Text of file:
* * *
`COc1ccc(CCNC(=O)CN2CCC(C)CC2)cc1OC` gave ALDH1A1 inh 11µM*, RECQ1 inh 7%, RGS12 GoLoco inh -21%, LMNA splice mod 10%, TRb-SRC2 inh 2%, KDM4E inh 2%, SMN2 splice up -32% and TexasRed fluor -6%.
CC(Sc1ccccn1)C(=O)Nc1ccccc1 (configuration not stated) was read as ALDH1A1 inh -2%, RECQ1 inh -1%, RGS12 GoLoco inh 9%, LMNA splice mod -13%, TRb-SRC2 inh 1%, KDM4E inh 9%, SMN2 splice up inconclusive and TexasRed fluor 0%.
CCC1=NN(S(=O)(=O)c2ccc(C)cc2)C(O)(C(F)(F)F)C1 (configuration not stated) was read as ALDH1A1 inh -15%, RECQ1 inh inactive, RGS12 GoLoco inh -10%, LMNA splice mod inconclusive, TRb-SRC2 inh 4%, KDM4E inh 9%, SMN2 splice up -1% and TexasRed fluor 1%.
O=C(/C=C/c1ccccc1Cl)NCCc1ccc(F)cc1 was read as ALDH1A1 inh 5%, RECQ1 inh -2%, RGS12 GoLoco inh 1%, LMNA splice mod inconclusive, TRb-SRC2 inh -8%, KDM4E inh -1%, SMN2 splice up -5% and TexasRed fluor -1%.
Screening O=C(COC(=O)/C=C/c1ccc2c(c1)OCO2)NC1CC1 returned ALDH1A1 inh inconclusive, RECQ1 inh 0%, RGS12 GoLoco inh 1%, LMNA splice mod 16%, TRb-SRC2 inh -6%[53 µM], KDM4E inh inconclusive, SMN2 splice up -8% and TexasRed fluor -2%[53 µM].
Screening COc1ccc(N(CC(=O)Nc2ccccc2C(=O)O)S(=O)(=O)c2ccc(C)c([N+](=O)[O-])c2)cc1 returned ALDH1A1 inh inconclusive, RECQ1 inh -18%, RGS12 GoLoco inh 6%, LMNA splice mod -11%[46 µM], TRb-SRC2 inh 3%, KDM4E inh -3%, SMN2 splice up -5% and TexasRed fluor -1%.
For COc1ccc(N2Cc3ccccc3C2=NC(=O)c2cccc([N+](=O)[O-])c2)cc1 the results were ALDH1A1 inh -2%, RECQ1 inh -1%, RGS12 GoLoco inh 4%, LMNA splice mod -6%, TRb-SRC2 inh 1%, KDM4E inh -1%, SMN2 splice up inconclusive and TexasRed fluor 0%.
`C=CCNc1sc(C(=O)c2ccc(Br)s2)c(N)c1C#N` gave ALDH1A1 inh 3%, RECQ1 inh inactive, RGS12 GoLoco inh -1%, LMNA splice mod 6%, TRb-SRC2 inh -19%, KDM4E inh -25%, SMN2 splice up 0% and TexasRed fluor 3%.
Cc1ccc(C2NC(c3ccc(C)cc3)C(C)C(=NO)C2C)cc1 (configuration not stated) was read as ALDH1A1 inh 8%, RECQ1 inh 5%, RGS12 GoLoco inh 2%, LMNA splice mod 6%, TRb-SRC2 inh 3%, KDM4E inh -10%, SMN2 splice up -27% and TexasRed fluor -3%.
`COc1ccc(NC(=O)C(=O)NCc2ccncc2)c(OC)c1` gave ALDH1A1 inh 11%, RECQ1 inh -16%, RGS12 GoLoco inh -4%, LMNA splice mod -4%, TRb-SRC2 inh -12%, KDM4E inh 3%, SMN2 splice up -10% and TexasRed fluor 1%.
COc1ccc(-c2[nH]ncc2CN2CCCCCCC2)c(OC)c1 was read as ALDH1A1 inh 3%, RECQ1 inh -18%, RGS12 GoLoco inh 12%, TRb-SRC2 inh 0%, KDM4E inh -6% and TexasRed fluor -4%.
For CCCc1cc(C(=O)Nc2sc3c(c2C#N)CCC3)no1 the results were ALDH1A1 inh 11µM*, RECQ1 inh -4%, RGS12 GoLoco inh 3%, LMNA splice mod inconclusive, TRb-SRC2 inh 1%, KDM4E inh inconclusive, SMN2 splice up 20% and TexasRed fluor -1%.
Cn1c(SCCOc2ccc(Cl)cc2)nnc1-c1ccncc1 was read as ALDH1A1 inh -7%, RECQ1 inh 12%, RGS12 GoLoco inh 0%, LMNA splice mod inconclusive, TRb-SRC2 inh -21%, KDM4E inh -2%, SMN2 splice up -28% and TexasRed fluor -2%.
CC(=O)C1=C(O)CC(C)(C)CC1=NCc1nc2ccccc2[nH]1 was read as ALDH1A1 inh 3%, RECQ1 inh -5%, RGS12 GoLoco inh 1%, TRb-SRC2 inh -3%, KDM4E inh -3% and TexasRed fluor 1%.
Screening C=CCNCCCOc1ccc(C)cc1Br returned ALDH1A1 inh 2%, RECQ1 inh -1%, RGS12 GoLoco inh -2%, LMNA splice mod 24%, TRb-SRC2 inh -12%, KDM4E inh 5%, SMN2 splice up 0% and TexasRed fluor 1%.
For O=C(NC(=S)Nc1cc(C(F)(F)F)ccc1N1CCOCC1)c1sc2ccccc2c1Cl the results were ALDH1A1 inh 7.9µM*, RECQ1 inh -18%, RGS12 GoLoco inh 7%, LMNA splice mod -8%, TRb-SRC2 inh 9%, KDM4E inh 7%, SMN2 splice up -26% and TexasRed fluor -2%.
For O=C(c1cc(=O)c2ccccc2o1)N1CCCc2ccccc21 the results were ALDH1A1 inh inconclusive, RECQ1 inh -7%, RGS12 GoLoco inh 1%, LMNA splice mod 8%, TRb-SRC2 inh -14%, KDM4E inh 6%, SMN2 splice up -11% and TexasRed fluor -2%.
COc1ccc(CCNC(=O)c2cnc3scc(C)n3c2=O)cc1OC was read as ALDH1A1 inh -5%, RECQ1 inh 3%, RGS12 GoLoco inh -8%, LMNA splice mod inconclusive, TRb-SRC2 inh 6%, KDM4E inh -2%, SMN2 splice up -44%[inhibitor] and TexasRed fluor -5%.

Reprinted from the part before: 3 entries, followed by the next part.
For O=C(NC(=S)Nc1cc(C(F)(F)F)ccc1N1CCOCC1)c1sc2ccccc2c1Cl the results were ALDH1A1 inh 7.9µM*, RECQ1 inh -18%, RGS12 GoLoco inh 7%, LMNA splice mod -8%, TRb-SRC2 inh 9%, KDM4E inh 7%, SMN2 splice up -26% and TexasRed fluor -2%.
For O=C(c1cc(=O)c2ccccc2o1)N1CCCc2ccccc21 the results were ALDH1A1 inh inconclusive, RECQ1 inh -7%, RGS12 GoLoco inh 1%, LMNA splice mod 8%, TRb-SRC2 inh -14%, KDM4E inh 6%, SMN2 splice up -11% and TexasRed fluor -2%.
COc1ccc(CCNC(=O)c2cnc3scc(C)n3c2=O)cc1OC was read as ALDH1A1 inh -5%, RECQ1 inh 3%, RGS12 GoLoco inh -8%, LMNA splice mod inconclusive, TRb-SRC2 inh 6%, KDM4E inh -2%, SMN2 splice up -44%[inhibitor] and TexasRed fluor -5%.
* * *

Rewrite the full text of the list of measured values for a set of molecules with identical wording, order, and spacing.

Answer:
`COc1ccc(CCNC(=O)CN2CCC(C)CC2)cc1OC` gave ALDH1A1 inh 11µM*, RECQ1 inh 7%, RGS12 GoLoco inh -21%, LMNA splice mod 10%, TRb-SRC2 inh 2%, KDM4E inh 2%, SMN2 splice up -32% and TexasRed fluor -6%.
CC(Sc1ccccn1)C(=O)Nc1ccccc1 (configuration not stated) was read as ALDH1A1 inh -2%, RECQ1 inh -1%, RGS12 GoLoco inh 9%, LMNA splice mod -13%, TRb-SRC2 inh 1%, KDM4E inh 9%, SMN2 splice up inconclusive and TexasRed fluor 0%.
CCC1=NN(S(=O)(=O)c2ccc(C)cc2)C(O)(C(F)(F)F)C1 (configuration not stated) was read as ALDH1A1 inh -15%, RECQ1 inh inactive, RGS12 GoLoco inh -10%, LMNA splice mod inconclusive, TRb-SRC2 inh 4%, KDM4E inh 9%, SMN2 splice up -1% and TexasRed fluor 1%.
O=C(/C=C/c1ccccc1Cl)NCCc1ccc(F)cc1 was read as ALDH1A1 inh 5%, RECQ1 inh -2%, RGS12 GoLoco inh 1%, LMNA splice mod inconclusive, TRb-SRC2 inh -8%, KDM4E inh -1%, SMN2 splice up -5% and TexasRed fluor -1%.
Screening O=C(COC(=O)/C=C/c1ccc2c(c1)OCO2)NC1CC1 returned ALDH1A1 inh inconclusive, RECQ1 inh 0%, RGS12 GoLoco inh 1%, LMNA splice mod 16%, TRb-SRC2 inh -6%[53 µM], KDM4E inh inconclusive, SMN2 splice up -8% and TexasRed fluor -2%[53 µM].
Screening COc1ccc(N(CC(=O)Nc2ccccc2C(=O)O)S(=O)(=O)c2ccc(C)c([N+](=O)[O-])c2)cc1 returned ALDH1A1 inh inconclusive, RECQ1 inh -18%, RGS12 GoLoco inh 6%, LMNA splice mod -11%[46 µM], TRb-SRC2 inh 3%, KDM4E inh -3%, SMN2 splice up -5% and TexasRed fluor -1%.
For COc1ccc(N2Cc3ccccc3C2=NC(=O)c2cccc([N+](=O)[O-])c2)cc1 the results were ALDH1A1 inh -2%, RECQ1 inh -1%, RGS12 GoLoco inh 4%, LMNA splice mod -6%, TRb-SRC2 inh 1%, KDM4E inh -1%, SMN2 splice up inconclusive and TexasRed fluor 0%.
`C=CCNc1sc(C(=O)c2ccc(Br)s2)c(N)c1C#N` gave ALDH1A1 inh 3%, RECQ1 inh inactive, RGS12 GoLoco inh -1%, LMNA splice mod 6%, TRb-SRC2 inh -19%, KDM4E inh -25%, SMN2 splice up 0% and TexasRed fluor 3%.
Cc1ccc(C2NC(c3ccc(C)cc3)C(C)C(=NO)C2C)cc1 (configuration not stated) was read as ALDH1A1 inh 8%, RECQ1 inh 5%, RGS12 GoLoco inh 2%, LMNA splice mod 6%, TRb-SRC2 inh 3%, KDM4E inh -10%, SMN2 splice up -27% and TexasRed fluor -3%.
`COc1ccc(NC(=O)C(=O)NCc2ccncc2)c(OC)c1` gave ALDH1A1 inh 11%, RECQ1 inh -16%, RGS12 GoLoco inh -4%, LMNA splice mod -4%, TRb-SRC2 inh -12%, KDM4E inh 3%, SMN2 splice up -10% and TexasRed fluor 1%.
COc1ccc(-c2[nH]ncc2CN2CCCCCCC2)c(OC)c1 was read as ALDH1A1 inh 3%, RECQ1 inh -18%, RGS12 GoLoco inh 12%, TRb-SRC2 inh 0%, KDM4E inh -6% and TexasRed fluor -4%.
For CCCc1cc(C(=O)Nc2sc3c(c2C#N)CCC3)no1 the results were ALDH1A1 inh 11µM*, RECQ1 inh -4%, RGS12 GoLoco inh 3%, LMNA splice mod inconclusive, TRb-SRC2 inh 1%, KDM4E inh inconclusive, SMN2 splice up 20% and TexasRed fluor -1%.
Cn1c(SCCOc2ccc(Cl)cc2)nnc1-c1ccncc1 was read as ALDH1A1 inh -7%, RECQ1 inh 12%, RGS12 GoLoco inh 0%, LMNA splice mod inconclusive, TRb-SRC2 inh -21%, KDM4E inh -2%, SMN2 splice up -28% and TexasRed fluor -2%.
CC(=O)C1=C(O)CC(C)(C)CC1=NCc1nc2ccccc2[nH]1 was read as ALDH1A1 inh 3%, RECQ1 inh -5%, RGS12 GoLoco inh 1%, TRb-SRC2 inh -3%, KDM4E inh -3% and TexasRed fluor 1%.
Screening C=CCNCCCOc1ccc(C)cc1Br returned ALDH1A1 inh 2%, RECQ1 inh -1%, RGS12 GoLoco inh -2%, LMNA splice mod 24%, TRb-SRC2 inh -12%, KDM4E inh 5%, SMN2 splice up 0% and TexasRed fluor 1%.
For O=C(NC(=S)Nc1cc(C(F)(F)F)ccc1N1CCOCC1)c1sc2ccccc2c1Cl the results were ALDH1A1 inh 7.9µM*, RECQ1 inh -18%, RGS12 GoLoco inh 7%, LMNA splice mod -8%, TRb-SRC2 inh 9%, KDM4E inh 7%, SMN2 splice up -26% and TexasRed fluor -2%.
For O=C(c1cc(=O)c2ccccc2o1)N1CCCc2ccccc21 the results were ALDH1A1 inh inconclusive, RECQ1 inh -7%, RGS12 GoLoco inh 1%, LMNA splice mod 8%, TRb-SRC2 inh -14%, KDM4E inh 6%, SMN2 splice up -11% and TexasRed fluor -2%.
COc1ccc(CCNC(=O)c2cnc3scc(C)n3c2=O)cc1OC was read as ALDH1A1 inh -5%, RECQ1 inh 3%, RGS12 GoLoco inh -8%, LMNA splice mod inconclusive, TRb-SRC2 inh 6%, KDM4E inh -2%, SMN2 splice up -44%[inhibitor] and TexasRed fluor -5%.

Reprinted from the part before: 3 entries, followed by the next part.
For O=C(NC(=S)Nc1cc(C(F)(F)F)ccc1N1CCOCC1)c1sc2ccccc2c1Cl the results were ALDH1A1 inh 7.9µM*, RECQ1 inh -18%, RGS12 GoLoco inh 7%, LMNA splice mod -8%, TRb-SRC2 inh 9%, KDM4E inh 7%, SMN2 splice up -26% and TexasRed fluor -2%.
For O=C(c1cc(=O)c2ccccc2o1)N1CCCc2ccccc21 the results were ALDH1A1 inh inconclusive, RECQ1 inh -7%, RGS12 GoLoco inh 1%, LMNA splice mod 8%, TRb-SRC2 inh -14%, KDM4E inh 6%, SMN2 splice up -11% and TexasRed fluor -2%.
COc1ccc(CCNC(=O)c2cnc3scc(C)n3c2=O)cc1OC was read as ALDH1A1 inh -5%, RECQ1 inh 3%, RGS12 GoLoco inh -8%, LMNA splice mod inconclusive, TRb-SRC2 inh 6%, KDM4E inh -2%, SMN2 splice up -44%[inhibitor] and TexasRed fluor -5%.